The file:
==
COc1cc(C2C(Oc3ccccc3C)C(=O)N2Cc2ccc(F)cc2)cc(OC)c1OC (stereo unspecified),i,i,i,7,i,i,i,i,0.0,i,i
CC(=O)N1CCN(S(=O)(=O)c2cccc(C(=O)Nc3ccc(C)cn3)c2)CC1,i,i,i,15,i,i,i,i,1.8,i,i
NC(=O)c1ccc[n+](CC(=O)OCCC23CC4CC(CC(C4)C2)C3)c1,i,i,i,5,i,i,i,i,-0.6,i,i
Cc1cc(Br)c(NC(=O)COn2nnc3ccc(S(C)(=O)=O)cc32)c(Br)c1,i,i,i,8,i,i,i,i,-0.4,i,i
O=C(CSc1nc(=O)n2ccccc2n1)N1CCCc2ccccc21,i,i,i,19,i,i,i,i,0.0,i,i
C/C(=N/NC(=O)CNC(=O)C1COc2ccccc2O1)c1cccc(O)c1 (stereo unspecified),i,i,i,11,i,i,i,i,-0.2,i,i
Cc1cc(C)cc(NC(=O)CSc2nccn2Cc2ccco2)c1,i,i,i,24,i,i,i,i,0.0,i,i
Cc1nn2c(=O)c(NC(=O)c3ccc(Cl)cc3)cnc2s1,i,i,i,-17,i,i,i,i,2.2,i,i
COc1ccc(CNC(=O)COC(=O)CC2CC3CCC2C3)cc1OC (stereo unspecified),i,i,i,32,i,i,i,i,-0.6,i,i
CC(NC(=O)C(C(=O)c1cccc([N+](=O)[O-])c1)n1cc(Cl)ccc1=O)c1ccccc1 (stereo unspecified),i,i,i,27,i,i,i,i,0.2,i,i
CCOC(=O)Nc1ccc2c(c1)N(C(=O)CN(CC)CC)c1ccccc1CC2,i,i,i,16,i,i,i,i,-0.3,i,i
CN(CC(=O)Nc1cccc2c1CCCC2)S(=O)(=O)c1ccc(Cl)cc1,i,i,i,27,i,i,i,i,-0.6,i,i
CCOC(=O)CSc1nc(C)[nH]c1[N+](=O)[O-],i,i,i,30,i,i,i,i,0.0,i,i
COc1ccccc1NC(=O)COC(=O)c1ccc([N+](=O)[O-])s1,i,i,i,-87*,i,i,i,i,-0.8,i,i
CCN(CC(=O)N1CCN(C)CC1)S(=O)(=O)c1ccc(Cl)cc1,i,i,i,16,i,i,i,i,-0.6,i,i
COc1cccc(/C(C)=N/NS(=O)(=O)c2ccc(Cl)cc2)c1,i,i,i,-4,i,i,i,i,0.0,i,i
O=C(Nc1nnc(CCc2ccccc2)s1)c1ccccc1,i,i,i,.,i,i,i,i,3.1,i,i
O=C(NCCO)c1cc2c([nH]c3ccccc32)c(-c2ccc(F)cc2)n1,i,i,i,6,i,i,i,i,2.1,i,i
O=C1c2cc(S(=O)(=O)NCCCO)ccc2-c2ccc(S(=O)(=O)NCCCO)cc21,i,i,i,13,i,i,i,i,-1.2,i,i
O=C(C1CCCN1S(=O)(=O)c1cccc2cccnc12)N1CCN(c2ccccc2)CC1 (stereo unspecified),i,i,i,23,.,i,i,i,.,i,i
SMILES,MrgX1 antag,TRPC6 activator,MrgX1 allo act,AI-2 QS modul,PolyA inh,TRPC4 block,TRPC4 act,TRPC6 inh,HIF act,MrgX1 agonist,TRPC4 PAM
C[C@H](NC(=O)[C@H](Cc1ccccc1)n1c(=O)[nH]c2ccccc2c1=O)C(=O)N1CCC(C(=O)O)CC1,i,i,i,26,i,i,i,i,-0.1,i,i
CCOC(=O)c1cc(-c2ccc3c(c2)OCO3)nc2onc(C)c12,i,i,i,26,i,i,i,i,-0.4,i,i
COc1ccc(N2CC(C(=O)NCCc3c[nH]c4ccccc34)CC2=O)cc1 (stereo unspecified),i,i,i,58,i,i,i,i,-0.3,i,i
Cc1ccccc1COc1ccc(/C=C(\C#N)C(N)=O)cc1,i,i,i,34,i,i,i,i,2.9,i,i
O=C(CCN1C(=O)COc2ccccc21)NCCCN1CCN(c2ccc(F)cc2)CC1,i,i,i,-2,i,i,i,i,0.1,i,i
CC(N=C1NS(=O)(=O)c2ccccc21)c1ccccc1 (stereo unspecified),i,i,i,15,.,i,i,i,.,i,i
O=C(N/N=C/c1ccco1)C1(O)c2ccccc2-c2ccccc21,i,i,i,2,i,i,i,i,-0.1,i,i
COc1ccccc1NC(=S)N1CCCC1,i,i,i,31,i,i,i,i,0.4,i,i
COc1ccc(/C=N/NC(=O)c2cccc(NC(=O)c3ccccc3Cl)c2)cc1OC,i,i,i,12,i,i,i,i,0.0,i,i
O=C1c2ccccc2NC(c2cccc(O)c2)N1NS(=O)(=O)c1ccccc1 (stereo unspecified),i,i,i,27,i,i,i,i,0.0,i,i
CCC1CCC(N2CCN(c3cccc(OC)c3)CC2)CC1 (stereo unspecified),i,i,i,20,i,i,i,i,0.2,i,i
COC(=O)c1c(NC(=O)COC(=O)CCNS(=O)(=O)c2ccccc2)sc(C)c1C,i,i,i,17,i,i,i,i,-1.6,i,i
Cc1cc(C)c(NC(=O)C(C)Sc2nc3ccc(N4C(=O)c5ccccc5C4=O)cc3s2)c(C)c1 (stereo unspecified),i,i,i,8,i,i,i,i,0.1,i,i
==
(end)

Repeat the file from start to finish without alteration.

COc1cc(C2C(Oc3ccccc3C)C(=O)N2Cc2ccc(F)cc2)cc(OC)c1OC (stereo unspecified),i,i,i,7,i,i,i,i,0.0,i,i
CC(=O)N1CCN(S(=O)(=O)c2cccc(C(=O)Nc3ccc(C)cn3)c2)CC1,i,i,i,15,i,i,i,i,1.8,i,i
NC(=O)c1ccc[n+](CC(=O)OCCC23CC4CC(CC(C4)C2)C3)c1,i,i,i,5,i,i,i,i,-0.6,i,i
Cc1cc(Br)c(NC(=O)COn2nnc3ccc(S(C)(=O)=O)cc32)c(Br)c1,i,i,i,8,i,i,i,i,-0.4,i,i
O=C(CSc1nc(=O)n2ccccc2n1)N1CCCc2ccccc21,i,i,i,19,i,i,i,i,0.0,i,i
C/C(=N/NC(=O)CNC(=O)C1COc2ccccc2O1)c1cccc(O)c1 (stereo unspecified),i,i,i,11,i,i,i,i,-0.2,i,i
Cc1cc(C)cc(NC(=O)CSc2nccn2Cc2ccco2)c1,i,i,i,24,i,i,i,i,0.0,i,i
Cc1nn2c(=O)c(NC(=O)c3ccc(Cl)cc3)cnc2s1,i,i,i,-17,i,i,i,i,2.2,i,i
COc1ccc(CNC(=O)COC(=O)CC2CC3CCC2C3)cc1OC (stereo unspecified),i,i,i,32,i,i,i,i,-0.6,i,i
CC(NC(=O)C(C(=O)c1cccc([N+](=O)[O-])c1)n1cc(Cl)ccc1=O)c1ccccc1 (stereo unspecified),i,i,i,27,i,i,i,i,0.2,i,i
CCOC(=O)Nc1ccc2c(c1)N(C(=O)CN(CC)CC)c1ccccc1CC2,i,i,i,16,i,i,i,i,-0.3,i,i
CN(CC(=O)Nc1cccc2c1CCCC2)S(=O)(=O)c1ccc(Cl)cc1,i,i,i,27,i,i,i,i,-0.6,i,i
CCOC(=O)CSc1nc(C)[nH]c1[N+](=O)[O-],i,i,i,30,i,i,i,i,0.0,i,i
COc1ccccc1NC(=O)COC(=O)c1ccc([N+](=O)[O-])s1,i,i,i,-87*,i,i,i,i,-0.8,i,i
CCN(CC(=O)N1CCN(C)CC1)S(=O)(=O)c1ccc(Cl)cc1,i,i,i,16,i,i,i,i,-0.6,i,i
COc1cccc(/C(C)=N/NS(=O)(=O)c2ccc(Cl)cc2)c1,i,i,i,-4,i,i,i,i,0.0,i,i
O=C(Nc1nnc(CCc2ccccc2)s1)c1ccccc1,i,i,i,.,i,i,i,i,3.1,i,i
O=C(NCCO)c1cc2c([nH]c3ccccc32)c(-c2ccc(F)cc2)n1,i,i,i,6,i,i,i,i,2.1,i,i
O=C1c2cc(S(=O)(=O)NCCCO)ccc2-c2ccc(S(=O)(=O)NCCCO)cc21,i,i,i,13,i,i,i,i,-1.2,i,i
O=C(C1CCCN1S(=O)(=O)c1cccc2cccnc12)N1CCN(c2ccccc2)CC1 (stereo unspecified),i,i,i,23,.,i,i,i,.,i,i
SMILES,MrgX1 antag,TRPC6 activator,MrgX1 allo act,AI-2 QS modul,PolyA inh,TRPC4 block,TRPC4 act,TRPC6 inh,HIF act,MrgX1 agonist,TRPC4 PAM
C[C@H](NC(=O)[C@H](Cc1ccccc1)n1c(=O)[nH]c2ccccc2c1=O)C(=O)N1CCC(C(=O)O)CC1,i,i,i,26,i,i,i,i,-0.1,i,i
CCOC(=O)c1cc(-c2ccc3c(c2)OCO3)nc2onc(C)c12,i,i,i,26,i,i,i,i,-0.4,i,i
COc1ccc(N2CC(C(=O)NCCc3c[nH]c4ccccc34)CC2=O)cc1 (stereo unspecified),i,i,i,58,i,i,i,i,-0.3,i,i
Cc1ccccc1COc1ccc(/C=C(\C#N)C(N)=O)cc1,i,i,i,34,i,i,i,i,2.9,i,i
O=C(CCN1C(=O)COc2ccccc21)NCCCN1CCN(c2ccc(F)cc2)CC1,i,i,i,-2,i,i,i,i,0.1,i,i
CC(N=C1NS(=O)(=O)c2ccccc21)c1ccccc1 (stereo unspecified),i,i,i,15,.,i,i,i,.,i,i
O=C(N/N=C/c1ccco1)C1(O)c2ccccc2-c2ccccc21,i,i,i,2,i,i,i,i,-0.1,i,i
COc1ccccc1NC(=S)N1CCCC1,i,i,i,31,i,i,i,i,0.4,i,i
COc1ccc(/C=N/NC(=O)c2cccc(NC(=O)c3ccccc3Cl)c2)cc1OC,i,i,i,12,i,i,i,i,0.0,i,i
O=C1c2ccccc2NC(c2cccc(O)c2)N1NS(=O)(=O)c1ccccc1 (stereo unspecified),i,i,i,27,i,i,i,i,0.0,i,i
CCC1CCC(N2CCN(c3cccc(OC)c3)CC2)CC1 (stereo unspecified),i,i,i,20,i,i,i,i,0.2,i,i
COC(=O)c1c(NC(=O)COC(=O)CCNS(=O)(=O)c2ccccc2)sc(C)c1C,i,i,i,17,i,i,i,i,-1.6,i,i
Cc1cc(C)c(NC(=O)C(C)Sc2nc3ccc(N4C(=O)c5ccccc5C4=O)cc3s2)c(C)c1 (stereo unspecified),i,i,i,8,i,i,i,i,0.1,i,i